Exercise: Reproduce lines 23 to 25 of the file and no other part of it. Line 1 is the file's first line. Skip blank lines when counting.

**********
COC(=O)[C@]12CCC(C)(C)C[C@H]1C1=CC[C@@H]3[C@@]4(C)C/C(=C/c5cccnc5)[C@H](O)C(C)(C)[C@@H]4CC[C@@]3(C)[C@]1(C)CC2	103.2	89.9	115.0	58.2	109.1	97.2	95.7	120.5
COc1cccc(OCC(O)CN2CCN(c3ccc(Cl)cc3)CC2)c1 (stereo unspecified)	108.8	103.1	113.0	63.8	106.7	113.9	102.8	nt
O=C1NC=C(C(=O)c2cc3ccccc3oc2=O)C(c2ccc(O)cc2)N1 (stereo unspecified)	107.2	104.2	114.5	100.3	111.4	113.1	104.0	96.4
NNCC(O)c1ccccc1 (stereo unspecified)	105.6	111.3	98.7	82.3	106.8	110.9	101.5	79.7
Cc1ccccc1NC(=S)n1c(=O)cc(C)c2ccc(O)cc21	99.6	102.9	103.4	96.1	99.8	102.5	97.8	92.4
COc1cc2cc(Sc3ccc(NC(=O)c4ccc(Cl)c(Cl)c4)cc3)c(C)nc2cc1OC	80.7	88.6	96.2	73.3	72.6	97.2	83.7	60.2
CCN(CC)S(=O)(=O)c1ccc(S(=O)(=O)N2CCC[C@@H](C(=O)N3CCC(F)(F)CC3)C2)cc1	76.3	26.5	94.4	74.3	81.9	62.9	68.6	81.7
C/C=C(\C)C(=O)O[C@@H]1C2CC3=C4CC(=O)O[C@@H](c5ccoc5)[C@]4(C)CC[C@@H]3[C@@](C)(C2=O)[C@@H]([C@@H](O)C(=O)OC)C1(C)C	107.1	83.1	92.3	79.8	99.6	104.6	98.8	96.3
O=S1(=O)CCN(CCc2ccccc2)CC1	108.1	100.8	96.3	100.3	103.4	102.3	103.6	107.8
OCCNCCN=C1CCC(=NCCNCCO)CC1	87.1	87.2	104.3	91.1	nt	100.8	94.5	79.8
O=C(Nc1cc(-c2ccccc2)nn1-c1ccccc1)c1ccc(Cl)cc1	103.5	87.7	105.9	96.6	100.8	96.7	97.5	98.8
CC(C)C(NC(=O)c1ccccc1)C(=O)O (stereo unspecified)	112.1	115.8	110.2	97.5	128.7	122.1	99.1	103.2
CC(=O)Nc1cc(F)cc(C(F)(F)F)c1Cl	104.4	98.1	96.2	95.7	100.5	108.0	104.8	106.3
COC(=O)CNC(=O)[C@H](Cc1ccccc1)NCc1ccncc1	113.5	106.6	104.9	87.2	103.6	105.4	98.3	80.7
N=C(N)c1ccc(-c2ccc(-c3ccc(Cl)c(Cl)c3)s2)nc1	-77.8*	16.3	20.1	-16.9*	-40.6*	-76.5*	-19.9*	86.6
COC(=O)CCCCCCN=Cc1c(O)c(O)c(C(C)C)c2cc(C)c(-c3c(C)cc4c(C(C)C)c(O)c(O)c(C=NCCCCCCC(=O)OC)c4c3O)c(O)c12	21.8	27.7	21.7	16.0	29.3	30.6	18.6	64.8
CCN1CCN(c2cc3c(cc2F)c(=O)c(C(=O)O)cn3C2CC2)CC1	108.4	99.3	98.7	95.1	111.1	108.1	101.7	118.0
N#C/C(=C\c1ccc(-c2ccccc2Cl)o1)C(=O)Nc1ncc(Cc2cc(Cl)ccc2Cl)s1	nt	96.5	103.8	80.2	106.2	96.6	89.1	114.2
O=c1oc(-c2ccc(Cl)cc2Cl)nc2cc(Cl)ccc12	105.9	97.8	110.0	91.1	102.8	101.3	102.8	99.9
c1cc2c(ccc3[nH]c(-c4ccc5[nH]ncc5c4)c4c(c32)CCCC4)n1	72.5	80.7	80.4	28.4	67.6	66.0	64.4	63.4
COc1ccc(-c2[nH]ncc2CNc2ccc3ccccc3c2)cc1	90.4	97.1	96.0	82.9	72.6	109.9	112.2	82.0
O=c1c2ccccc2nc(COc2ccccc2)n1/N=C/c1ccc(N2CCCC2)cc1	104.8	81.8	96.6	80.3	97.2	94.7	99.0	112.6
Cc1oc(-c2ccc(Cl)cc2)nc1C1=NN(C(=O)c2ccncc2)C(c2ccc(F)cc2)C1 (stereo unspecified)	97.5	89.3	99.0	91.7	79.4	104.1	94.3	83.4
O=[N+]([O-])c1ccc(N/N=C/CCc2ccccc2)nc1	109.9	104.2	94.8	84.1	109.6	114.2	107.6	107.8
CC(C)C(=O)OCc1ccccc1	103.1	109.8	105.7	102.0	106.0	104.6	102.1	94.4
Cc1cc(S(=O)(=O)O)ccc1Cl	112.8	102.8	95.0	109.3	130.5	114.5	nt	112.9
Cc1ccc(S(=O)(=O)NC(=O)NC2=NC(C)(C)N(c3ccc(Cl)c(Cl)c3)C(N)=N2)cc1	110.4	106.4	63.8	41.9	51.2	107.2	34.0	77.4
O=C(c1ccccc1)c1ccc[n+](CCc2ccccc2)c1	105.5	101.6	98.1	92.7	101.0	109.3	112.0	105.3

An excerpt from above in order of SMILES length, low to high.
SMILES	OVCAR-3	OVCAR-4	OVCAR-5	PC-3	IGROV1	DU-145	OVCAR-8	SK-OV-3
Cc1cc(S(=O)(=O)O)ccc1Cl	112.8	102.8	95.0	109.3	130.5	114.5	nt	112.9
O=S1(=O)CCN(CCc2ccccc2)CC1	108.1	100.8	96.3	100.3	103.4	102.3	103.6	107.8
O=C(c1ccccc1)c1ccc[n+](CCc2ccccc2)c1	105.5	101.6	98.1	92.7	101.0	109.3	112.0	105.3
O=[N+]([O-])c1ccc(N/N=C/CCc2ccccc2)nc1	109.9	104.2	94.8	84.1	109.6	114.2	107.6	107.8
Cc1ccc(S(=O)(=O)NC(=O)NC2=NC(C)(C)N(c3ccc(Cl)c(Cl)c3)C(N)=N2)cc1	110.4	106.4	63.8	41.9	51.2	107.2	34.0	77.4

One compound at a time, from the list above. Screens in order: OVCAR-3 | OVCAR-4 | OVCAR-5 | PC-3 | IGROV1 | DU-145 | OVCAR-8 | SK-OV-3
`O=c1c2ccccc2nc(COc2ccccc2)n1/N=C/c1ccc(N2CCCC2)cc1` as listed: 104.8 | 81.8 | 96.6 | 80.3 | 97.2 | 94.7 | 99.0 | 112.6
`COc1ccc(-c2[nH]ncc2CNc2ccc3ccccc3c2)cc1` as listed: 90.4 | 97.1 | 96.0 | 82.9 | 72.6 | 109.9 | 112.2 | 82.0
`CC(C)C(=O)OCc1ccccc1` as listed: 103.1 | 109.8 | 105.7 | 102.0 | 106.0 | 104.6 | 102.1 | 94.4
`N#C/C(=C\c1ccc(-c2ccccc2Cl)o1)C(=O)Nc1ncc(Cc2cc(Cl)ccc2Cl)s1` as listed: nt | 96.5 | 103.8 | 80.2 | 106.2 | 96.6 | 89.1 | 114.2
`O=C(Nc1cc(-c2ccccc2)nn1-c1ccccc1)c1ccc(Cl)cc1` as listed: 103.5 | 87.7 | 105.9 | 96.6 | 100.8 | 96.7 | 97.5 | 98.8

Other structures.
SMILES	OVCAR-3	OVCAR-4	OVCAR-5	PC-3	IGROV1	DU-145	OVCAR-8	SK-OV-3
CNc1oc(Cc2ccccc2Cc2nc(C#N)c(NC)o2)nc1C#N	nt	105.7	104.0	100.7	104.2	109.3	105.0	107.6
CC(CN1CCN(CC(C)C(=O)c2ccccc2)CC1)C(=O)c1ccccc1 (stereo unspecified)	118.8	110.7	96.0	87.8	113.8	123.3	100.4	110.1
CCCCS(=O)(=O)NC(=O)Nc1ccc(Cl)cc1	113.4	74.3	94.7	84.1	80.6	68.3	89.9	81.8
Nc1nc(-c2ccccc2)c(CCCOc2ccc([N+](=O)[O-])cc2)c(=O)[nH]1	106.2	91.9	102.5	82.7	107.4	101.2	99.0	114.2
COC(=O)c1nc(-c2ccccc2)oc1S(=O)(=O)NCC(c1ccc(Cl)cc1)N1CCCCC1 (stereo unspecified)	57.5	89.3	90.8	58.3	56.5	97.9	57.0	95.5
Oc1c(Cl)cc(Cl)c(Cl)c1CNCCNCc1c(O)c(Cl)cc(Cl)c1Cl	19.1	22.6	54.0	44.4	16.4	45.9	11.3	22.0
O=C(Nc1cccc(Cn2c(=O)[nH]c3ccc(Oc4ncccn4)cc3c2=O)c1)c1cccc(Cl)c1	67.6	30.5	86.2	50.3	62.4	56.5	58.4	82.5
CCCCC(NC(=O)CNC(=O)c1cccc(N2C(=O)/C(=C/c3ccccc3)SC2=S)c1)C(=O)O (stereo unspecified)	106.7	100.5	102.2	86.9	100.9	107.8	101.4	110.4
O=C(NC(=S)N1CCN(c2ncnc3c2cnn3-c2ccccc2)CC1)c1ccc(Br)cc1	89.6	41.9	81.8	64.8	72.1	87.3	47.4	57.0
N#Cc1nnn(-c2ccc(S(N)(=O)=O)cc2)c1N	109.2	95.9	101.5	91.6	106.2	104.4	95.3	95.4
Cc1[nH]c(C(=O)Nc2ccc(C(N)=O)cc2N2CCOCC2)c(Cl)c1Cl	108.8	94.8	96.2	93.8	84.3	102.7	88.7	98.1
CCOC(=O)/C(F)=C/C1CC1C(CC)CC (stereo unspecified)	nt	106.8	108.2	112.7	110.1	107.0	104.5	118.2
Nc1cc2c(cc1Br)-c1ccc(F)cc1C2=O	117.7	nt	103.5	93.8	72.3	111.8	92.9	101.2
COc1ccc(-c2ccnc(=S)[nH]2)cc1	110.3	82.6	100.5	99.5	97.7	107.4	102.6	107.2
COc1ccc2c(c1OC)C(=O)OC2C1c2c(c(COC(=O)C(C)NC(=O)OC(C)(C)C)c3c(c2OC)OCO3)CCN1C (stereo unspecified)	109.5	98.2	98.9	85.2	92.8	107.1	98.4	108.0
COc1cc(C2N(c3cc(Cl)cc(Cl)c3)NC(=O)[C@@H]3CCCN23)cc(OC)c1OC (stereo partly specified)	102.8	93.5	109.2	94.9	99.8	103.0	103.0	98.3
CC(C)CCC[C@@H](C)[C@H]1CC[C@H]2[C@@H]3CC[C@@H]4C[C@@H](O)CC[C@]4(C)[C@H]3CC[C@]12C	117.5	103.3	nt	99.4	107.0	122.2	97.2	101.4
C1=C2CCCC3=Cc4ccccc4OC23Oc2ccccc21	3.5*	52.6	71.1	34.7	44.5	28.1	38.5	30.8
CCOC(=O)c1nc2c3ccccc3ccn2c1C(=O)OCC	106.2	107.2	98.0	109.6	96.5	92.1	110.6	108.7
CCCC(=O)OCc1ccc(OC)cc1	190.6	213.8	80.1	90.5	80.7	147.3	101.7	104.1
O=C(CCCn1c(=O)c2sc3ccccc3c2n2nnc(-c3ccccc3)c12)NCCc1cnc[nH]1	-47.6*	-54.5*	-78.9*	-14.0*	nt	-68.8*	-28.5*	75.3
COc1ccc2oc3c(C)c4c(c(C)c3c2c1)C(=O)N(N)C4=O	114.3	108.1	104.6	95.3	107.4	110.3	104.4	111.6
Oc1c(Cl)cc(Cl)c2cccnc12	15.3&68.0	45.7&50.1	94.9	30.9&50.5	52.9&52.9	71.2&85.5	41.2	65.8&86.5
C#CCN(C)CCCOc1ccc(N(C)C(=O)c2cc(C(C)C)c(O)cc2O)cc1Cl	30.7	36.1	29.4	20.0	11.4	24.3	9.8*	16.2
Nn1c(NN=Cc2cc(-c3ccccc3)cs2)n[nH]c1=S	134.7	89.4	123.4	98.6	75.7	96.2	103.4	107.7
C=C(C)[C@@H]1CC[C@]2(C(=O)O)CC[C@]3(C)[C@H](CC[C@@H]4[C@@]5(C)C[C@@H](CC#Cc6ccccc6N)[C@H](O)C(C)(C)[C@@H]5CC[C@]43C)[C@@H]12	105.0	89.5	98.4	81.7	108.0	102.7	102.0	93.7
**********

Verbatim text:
Cc1oc(-c2ccc(Cl)cc2)nc1C1=NN(C(=O)c2ccncc2)C(c2ccc(F)cc2)C1 (stereo unspecified)	97.5	89.3	99.0	91.7	79.4	104.1	94.3	83.4
O=[N+]([O-])c1ccc(N/N=C/CCc2ccccc2)nc1	109.9	104.2	94.8	84.1	109.6	114.2	107.6	107.8
CC(C)C(=O)OCc1ccccc1	103.1	109.8	105.7	102.0	106.0	104.6	102.1	94.4